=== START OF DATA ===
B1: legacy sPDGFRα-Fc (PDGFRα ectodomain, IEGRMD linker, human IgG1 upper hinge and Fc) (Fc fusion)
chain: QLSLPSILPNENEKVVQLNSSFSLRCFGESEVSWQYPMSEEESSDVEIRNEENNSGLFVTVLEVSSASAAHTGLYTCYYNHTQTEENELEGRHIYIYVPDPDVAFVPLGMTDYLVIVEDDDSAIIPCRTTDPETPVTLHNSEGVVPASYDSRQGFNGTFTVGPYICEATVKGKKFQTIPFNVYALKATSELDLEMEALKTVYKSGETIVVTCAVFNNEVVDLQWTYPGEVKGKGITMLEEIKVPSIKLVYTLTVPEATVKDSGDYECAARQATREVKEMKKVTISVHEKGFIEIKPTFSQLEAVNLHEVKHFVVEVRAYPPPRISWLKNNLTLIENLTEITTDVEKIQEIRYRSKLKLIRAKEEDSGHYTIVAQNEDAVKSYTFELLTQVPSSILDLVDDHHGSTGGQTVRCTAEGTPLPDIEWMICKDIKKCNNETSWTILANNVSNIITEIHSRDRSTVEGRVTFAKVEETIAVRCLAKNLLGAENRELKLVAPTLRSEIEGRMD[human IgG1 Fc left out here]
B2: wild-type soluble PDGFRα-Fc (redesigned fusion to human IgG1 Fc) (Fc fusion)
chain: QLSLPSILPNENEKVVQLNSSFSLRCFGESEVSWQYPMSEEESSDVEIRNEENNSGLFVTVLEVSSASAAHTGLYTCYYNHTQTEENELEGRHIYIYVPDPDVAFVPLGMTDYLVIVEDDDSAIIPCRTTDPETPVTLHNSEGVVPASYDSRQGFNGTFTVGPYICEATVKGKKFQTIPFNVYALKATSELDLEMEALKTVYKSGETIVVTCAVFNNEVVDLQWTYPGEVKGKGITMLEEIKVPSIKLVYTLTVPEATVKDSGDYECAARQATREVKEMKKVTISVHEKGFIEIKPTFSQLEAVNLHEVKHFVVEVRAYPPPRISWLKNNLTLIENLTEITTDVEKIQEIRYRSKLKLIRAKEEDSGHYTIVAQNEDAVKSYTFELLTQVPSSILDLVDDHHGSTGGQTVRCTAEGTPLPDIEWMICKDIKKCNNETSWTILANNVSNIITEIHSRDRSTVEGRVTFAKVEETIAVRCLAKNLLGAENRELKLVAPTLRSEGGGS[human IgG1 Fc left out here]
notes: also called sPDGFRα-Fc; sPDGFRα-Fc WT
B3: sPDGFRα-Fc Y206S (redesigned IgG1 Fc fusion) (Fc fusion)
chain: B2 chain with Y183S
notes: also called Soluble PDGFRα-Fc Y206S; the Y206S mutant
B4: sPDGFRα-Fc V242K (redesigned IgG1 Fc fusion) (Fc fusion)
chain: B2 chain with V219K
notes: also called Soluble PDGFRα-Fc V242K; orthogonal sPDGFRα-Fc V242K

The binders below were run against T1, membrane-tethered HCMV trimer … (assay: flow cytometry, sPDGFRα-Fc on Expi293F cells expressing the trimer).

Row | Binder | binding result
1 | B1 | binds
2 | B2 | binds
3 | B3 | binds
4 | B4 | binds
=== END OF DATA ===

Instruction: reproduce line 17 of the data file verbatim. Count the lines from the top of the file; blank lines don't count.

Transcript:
4 | B4 | binds